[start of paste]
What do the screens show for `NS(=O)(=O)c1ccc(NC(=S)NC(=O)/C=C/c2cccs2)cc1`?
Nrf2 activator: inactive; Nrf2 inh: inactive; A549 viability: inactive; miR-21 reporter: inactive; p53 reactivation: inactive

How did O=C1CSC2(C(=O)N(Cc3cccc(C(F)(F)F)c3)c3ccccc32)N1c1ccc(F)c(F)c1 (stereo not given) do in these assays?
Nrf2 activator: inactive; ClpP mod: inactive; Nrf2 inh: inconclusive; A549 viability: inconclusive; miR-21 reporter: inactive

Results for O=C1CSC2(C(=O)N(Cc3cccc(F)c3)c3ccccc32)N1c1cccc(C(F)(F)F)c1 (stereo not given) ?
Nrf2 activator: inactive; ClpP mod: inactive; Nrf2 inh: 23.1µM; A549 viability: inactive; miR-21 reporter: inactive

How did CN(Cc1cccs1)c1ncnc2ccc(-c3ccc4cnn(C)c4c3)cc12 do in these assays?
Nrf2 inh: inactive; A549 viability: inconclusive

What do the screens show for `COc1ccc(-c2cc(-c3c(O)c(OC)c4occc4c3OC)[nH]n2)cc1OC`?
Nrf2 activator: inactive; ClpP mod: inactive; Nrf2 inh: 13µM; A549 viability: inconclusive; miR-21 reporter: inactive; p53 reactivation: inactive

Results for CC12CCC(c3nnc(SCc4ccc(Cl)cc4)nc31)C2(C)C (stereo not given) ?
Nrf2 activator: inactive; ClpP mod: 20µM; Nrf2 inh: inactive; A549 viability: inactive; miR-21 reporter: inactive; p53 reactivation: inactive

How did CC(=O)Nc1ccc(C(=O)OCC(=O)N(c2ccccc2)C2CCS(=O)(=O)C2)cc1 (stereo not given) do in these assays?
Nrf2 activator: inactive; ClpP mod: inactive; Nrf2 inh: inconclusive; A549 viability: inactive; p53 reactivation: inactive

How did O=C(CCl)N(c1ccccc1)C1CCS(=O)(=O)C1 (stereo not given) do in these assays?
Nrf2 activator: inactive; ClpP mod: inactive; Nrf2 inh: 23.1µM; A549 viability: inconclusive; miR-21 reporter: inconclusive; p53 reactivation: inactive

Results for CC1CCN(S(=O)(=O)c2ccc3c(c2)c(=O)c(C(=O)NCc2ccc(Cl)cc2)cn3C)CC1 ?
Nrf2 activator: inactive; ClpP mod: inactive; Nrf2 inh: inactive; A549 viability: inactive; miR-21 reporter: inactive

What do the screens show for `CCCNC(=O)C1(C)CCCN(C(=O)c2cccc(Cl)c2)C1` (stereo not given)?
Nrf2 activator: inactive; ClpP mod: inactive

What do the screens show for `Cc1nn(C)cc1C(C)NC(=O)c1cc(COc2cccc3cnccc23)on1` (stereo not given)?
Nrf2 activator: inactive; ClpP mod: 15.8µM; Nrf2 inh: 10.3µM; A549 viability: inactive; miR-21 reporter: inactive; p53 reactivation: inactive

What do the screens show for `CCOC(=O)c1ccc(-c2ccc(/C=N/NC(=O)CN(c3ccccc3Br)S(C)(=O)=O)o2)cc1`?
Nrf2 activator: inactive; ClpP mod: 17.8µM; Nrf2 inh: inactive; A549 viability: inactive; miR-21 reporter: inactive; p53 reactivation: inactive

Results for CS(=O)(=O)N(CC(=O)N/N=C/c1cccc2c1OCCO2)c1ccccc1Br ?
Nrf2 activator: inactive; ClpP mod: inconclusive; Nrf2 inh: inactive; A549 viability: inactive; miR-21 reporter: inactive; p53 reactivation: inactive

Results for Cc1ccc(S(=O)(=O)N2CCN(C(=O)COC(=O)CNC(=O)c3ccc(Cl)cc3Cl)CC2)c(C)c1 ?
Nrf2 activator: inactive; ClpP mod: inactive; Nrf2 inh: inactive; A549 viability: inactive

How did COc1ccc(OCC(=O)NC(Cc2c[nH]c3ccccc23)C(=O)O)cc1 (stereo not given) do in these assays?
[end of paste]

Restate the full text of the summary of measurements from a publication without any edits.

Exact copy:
What do the screens show for `NS(=O)(=O)c1ccc(NC(=S)NC(=O)/C=C/c2cccs2)cc1`?
Nrf2 activator: inactive; Nrf2 inh: inactive; A549 viability: inactive; miR-21 reporter: inactive; p53 reactivation: inactive

How did O=C1CSC2(C(=O)N(Cc3cccc(C(F)(F)F)c3)c3ccccc32)N1c1ccc(F)c(F)c1 (stereo not given) do in these assays?
Nrf2 activator: inactive; ClpP mod: inactive; Nrf2 inh: inconclusive; A549 viability: inconclusive; miR-21 reporter: inactive

Results for O=C1CSC2(C(=O)N(Cc3cccc(F)c3)c3ccccc32)N1c1cccc(C(F)(F)F)c1 (stereo not given) ?
Nrf2 activator: inactive; ClpP mod: inactive; Nrf2 inh: 23.1µM; A549 viability: inactive; miR-21 reporter: inactive

How did CN(Cc1cccs1)c1ncnc2ccc(-c3ccc4cnn(C)c4c3)cc12 do in these assays?
Nrf2 inh: inactive; A549 viability: inconclusive

What do the screens show for `COc1ccc(-c2cc(-c3c(O)c(OC)c4occc4c3OC)[nH]n2)cc1OC`?
Nrf2 activator: inactive; ClpP mod: inactive; Nrf2 inh: 13µM; A549 viability: inconclusive; miR-21 reporter: inactive; p53 reactivation: inactive

Results for CC12CCC(c3nnc(SCc4ccc(Cl)cc4)nc31)C2(C)C (stereo not given) ?
Nrf2 activator: inactive; ClpP mod: 20µM; Nrf2 inh: inactive; A549 viability: inactive; miR-21 reporter: inactive; p53 reactivation: inactive

How did CC(=O)Nc1ccc(C(=O)OCC(=O)N(c2ccccc2)C2CCS(=O)(=O)C2)cc1 (stereo not given) do in these assays?
Nrf2 activator: inactive; ClpP mod: inactive; Nrf2 inh: inconclusive; A549 viability: inactive; p53 reactivation: inactive

How did O=C(CCl)N(c1ccccc1)C1CCS(=O)(=O)C1 (stereo not given) do in these assays?
Nrf2 activator: inactive; ClpP mod: inactive; Nrf2 inh: 23.1µM; A549 viability: inconclusive; miR-21 reporter: inconclusive; p53 reactivation: inactive

Results for CC1CCN(S(=O)(=O)c2ccc3c(c2)c(=O)c(C(=O)NCc2ccc(Cl)cc2)cn3C)CC1 ?
Nrf2 activator: inactive; ClpP mod: inactive; Nrf2 inh: inactive; A549 viability: inactive; miR-21 reporter: inactive

What do the screens show for `CCCNC(=O)C1(C)CCCN(C(=O)c2cccc(Cl)c2)C1` (stereo not given)?
Nrf2 activator: inactive; ClpP mod: inactive

What do the screens show for `Cc1nn(C)cc1C(C)NC(=O)c1cc(COc2cccc3cnccc23)on1` (stereo not given)?
Nrf2 activator: inactive; ClpP mod: 15.8µM; Nrf2 inh: 10.3µM; A549 viability: inactive; miR-21 reporter: inactive; p53 reactivation: inactive

What do the screens show for `CCOC(=O)c1ccc(-c2ccc(/C=N/NC(=O)CN(c3ccccc3Br)S(C)(=O)=O)o2)cc1`?
Nrf2 activator: inactive; ClpP mod: 17.8µM; Nrf2 inh: inactive; A549 viability: inactive; miR-21 reporter: inactive; p53 reactivation: inactive

Results for CS(=O)(=O)N(CC(=O)N/N=C/c1cccc2c1OCCO2)c1ccccc1Br ?
Nrf2 activator: inactive; ClpP mod: inconclusive; Nrf2 inh: inactive; A549 viability: inactive; miR-21 reporter: inactive; p53 reactivation: inactive

Results for Cc1ccc(S(=O)(=O)N2CCN(C(=O)COC(=O)CNC(=O)c3ccc(Cl)cc3Cl)CC2)c(C)c1 ?
Nrf2 activator: inactive; ClpP mod: inactive; Nrf2 inh: inactive; A549 viability: inactive

How did COc1ccc(OCC(=O)NC(Cc2c[nH]c3ccccc23)C(=O)O)cc1 (stereo not given) do in these assays?